Beyond that, the Resource Overview also reports performance metrics and explanatory details. For example, for the CPU, it might show green and a utilization of 21%, with the details, "Normal CPU load." Or for Memory, it might show yellow, with 62% utilization and the details, "1520 MB is available." Based on what you get, you might want to do something about your hardware -- for example, add more memory.
6. Kill bloatware
Sometimes the biggest factor slowing down your PC isn't Windows 10 itself, but bloatware or adware that takes up CPU and system resources. Adware and bloatware are particularly insidious because they may have been installed by your computer's manufacturer. You'd be amazed at how much more quickly your Windows 10 PC can run if you get rid of it.
First, run a system scan to find adware and malware. If you've already installed a security suite such as Norton Security or McAfee LiveSafe, you can use that. You can also use Windows 10's built in anti-malware app -- just type Windows Defender in the search box, press Enter, and then click Scan Now. Windows Defender will look for malware and remove any it finds.
It's a good idea to get a second opinion, though, so consider a free tool like Malwarebytes Anti-Malware. The free version scans for malware and removes what it finds; the paid version offers always-on protection to stop infections in the first place.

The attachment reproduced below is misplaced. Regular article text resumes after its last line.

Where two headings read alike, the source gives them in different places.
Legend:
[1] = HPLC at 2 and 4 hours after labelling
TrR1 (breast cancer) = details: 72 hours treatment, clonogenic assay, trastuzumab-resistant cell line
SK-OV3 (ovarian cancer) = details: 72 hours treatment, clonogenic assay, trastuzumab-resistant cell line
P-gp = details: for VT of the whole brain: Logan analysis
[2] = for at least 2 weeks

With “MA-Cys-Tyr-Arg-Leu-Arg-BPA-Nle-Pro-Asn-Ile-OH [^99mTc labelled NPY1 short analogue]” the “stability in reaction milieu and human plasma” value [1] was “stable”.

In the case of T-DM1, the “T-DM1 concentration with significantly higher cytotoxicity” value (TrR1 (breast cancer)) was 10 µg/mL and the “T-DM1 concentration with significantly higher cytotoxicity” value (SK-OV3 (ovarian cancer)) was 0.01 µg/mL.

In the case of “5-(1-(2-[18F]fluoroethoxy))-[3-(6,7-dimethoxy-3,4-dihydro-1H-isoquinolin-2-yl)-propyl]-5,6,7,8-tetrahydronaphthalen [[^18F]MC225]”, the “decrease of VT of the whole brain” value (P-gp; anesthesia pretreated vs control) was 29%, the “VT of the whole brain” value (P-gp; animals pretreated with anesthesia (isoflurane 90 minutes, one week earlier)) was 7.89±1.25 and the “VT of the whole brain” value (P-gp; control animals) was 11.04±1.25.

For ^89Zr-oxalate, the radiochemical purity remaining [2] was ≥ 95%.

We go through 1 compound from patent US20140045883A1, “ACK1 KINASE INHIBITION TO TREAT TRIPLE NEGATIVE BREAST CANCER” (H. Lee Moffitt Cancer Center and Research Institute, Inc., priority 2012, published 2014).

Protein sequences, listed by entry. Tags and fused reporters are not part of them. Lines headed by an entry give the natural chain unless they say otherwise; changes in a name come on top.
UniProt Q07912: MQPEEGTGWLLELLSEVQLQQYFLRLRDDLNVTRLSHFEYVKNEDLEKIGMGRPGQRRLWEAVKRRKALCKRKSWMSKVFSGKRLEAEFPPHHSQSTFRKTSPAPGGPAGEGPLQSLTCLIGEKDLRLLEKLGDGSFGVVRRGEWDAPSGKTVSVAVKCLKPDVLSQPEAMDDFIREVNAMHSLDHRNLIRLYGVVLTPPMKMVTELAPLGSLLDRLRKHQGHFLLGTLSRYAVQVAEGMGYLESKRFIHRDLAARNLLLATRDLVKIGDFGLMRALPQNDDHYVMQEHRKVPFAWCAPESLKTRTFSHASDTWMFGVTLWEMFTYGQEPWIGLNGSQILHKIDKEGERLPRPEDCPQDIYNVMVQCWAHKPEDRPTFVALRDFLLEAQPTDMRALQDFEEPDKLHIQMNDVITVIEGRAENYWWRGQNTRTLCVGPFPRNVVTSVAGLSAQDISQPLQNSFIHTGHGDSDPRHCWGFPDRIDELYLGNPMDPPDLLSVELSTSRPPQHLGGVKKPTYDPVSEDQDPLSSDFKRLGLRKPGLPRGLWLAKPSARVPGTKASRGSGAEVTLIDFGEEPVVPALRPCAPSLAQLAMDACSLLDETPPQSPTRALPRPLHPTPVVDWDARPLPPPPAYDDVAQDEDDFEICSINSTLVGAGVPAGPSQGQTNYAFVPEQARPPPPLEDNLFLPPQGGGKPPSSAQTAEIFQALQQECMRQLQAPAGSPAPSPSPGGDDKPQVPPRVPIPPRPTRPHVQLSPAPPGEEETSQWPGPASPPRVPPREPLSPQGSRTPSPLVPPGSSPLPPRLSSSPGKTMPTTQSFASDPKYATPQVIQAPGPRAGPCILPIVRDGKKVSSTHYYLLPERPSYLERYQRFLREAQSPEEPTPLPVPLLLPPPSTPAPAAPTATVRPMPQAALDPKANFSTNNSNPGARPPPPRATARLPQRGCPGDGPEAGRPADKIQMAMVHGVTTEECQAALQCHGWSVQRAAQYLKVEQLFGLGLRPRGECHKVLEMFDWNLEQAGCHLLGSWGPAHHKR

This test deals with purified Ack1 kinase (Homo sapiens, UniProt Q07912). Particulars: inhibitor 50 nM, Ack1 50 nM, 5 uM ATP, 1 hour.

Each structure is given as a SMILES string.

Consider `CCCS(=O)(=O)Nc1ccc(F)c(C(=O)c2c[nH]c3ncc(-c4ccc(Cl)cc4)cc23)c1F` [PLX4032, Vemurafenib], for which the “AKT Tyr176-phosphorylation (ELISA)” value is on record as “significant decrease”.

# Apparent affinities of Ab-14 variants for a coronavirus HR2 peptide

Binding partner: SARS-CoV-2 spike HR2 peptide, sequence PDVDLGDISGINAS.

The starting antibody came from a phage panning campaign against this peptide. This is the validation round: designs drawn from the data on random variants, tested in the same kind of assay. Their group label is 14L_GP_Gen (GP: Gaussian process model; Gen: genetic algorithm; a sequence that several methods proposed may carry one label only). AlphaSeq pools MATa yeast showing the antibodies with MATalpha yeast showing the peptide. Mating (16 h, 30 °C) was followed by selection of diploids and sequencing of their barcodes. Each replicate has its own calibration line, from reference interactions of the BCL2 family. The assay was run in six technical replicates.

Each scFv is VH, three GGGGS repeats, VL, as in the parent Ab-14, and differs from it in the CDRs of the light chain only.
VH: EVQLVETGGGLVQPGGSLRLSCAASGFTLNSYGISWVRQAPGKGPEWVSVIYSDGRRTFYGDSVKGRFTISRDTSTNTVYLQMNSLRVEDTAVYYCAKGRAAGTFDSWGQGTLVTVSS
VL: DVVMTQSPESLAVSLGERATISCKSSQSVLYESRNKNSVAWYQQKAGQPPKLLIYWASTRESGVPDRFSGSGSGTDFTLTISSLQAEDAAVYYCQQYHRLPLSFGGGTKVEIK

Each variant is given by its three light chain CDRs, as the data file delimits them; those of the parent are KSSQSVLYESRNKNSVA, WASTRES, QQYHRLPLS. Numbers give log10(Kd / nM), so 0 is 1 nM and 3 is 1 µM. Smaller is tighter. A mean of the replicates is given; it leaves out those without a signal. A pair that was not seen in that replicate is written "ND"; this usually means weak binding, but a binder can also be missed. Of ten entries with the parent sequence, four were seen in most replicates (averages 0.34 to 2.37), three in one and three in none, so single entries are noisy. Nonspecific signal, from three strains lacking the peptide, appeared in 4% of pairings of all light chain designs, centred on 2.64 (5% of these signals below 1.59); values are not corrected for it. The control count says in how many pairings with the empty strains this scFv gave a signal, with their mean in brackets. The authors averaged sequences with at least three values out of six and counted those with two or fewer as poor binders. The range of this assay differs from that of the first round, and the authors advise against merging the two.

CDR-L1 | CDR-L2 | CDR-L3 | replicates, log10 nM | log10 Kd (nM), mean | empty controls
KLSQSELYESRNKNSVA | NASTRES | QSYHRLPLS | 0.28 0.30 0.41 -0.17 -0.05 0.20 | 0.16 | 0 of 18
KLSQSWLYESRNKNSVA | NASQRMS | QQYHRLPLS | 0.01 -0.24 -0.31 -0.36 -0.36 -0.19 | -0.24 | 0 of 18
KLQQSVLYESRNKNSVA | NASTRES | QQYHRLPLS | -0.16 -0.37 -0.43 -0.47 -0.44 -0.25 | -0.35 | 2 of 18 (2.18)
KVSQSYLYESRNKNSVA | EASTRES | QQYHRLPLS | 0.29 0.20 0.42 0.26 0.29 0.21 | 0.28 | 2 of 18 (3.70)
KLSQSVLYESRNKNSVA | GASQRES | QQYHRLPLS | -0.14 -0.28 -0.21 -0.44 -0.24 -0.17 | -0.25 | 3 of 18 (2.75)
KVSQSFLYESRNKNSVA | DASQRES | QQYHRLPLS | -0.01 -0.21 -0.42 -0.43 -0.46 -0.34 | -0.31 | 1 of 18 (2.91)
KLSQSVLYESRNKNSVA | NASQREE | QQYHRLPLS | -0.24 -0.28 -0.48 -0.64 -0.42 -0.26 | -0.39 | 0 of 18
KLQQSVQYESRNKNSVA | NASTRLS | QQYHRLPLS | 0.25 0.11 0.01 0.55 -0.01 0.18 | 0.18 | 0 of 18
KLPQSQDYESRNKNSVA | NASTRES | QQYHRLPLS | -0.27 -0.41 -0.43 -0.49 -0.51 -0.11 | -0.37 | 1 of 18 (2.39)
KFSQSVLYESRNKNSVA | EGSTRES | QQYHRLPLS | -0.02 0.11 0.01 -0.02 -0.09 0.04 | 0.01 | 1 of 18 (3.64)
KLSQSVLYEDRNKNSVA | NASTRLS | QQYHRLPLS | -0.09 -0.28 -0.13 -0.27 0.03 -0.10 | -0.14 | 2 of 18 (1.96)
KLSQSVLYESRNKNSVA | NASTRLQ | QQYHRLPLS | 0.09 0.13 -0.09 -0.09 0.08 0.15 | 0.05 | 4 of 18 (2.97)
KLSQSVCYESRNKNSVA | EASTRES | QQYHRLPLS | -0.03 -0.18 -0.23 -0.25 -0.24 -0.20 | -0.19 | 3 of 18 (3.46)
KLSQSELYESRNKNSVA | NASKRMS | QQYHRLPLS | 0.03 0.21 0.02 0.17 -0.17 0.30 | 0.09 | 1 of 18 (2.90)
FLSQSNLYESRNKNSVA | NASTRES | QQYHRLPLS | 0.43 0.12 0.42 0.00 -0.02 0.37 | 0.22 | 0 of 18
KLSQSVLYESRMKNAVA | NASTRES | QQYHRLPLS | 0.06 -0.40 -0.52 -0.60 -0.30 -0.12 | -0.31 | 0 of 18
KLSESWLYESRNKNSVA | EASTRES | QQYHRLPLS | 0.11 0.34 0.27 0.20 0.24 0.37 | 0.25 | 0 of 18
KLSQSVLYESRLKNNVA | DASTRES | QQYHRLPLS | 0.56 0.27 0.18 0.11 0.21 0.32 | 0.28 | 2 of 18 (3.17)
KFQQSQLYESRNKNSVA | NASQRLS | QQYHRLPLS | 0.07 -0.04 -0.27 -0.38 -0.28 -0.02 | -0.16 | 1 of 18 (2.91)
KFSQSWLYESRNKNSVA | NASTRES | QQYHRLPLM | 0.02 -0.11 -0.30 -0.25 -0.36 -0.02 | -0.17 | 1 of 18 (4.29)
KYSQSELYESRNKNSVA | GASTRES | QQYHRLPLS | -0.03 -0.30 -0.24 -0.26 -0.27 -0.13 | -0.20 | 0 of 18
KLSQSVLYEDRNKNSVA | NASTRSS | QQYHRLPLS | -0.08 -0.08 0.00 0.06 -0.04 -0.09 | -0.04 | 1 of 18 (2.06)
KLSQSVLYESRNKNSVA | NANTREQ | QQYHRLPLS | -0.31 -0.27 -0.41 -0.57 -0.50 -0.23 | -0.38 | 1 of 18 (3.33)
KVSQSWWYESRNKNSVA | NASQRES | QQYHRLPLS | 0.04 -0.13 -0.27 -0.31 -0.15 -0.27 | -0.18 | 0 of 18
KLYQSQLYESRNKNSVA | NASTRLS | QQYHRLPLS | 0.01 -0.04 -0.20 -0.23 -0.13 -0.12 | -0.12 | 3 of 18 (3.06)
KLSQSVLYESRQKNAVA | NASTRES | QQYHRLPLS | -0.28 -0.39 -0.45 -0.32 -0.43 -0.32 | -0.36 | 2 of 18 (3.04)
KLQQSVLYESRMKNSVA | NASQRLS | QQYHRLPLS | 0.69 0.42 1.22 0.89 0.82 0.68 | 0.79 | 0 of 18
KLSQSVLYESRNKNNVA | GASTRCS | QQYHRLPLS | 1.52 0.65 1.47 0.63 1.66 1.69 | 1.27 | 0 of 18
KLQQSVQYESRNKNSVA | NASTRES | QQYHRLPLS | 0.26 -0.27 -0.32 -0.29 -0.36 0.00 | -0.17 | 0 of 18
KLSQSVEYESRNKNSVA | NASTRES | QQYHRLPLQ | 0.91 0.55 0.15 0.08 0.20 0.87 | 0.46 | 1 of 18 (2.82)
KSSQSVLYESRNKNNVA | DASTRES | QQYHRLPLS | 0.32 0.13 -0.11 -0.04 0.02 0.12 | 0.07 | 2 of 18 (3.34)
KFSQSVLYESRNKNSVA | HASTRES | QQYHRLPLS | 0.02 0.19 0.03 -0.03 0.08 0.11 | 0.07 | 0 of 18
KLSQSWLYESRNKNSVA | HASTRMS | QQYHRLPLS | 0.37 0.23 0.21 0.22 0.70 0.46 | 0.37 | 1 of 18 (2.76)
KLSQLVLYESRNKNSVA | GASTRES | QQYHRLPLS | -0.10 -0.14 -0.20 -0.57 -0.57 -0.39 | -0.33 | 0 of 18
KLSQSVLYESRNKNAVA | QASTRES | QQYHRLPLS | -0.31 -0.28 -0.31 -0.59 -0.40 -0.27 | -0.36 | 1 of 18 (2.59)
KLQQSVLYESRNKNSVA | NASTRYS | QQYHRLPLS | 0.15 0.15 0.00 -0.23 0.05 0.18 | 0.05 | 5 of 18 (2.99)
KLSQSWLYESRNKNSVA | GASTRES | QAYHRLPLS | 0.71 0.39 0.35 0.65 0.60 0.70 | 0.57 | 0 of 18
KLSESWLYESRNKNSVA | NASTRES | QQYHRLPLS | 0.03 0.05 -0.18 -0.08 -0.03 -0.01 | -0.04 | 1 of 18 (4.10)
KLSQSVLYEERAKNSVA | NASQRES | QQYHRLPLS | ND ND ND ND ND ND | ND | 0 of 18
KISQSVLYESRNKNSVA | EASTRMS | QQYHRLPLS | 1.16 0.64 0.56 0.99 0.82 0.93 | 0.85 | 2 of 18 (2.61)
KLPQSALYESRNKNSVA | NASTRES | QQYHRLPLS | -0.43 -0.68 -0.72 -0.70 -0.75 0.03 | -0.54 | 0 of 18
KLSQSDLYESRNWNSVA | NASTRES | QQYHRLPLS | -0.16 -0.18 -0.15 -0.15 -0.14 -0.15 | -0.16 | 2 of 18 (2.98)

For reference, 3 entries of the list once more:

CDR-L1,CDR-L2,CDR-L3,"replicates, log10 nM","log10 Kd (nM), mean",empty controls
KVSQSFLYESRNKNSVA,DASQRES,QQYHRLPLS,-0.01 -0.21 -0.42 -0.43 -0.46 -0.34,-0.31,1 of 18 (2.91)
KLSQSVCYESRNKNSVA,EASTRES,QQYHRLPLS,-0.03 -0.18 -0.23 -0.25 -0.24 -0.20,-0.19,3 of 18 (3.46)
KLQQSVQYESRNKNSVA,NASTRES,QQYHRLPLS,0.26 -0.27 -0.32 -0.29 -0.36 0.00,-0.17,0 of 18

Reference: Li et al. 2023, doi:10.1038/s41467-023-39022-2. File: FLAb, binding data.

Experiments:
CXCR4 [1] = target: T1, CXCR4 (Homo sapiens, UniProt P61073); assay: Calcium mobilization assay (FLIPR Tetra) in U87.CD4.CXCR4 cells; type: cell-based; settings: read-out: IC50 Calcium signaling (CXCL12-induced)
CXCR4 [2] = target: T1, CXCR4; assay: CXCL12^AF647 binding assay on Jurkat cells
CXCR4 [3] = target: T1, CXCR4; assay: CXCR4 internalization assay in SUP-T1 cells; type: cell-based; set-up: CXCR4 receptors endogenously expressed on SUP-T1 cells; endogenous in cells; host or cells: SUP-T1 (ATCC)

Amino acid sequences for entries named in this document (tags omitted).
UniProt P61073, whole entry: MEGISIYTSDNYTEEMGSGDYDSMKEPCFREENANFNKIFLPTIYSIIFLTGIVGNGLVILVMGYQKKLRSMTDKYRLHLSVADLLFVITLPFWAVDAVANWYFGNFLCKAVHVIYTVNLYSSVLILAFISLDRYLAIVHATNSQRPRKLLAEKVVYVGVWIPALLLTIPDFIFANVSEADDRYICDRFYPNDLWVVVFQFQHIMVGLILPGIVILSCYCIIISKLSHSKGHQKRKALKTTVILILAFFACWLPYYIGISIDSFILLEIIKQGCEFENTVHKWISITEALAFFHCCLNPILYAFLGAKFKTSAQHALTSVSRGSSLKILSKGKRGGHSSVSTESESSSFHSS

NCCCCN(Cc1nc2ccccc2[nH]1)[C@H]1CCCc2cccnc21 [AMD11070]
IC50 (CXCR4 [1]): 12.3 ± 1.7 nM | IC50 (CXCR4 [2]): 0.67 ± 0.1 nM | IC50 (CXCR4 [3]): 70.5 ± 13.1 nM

Malwarebytes Anti-Malware is a useful application that will scan for and fix Windows 10 PC problems.
Now you can check for bloatware and get rid of it. Several free programs will do this for you; your best bet is to run several of them, because no single one will find all the bloatware on your PC. Good choices are the PC Decrapifier, Should I Remove It? and SlimComputer.
For more details about removing bloatware, check out Computerworld's article "Bloatware: What it is and how to get rid of it."
Try just some of these tricks, and you'll find that you've got a faster Windows 10 PC -- and one that is less likely to have any reliability problems.
Sign up for Computerworld eNewsletters.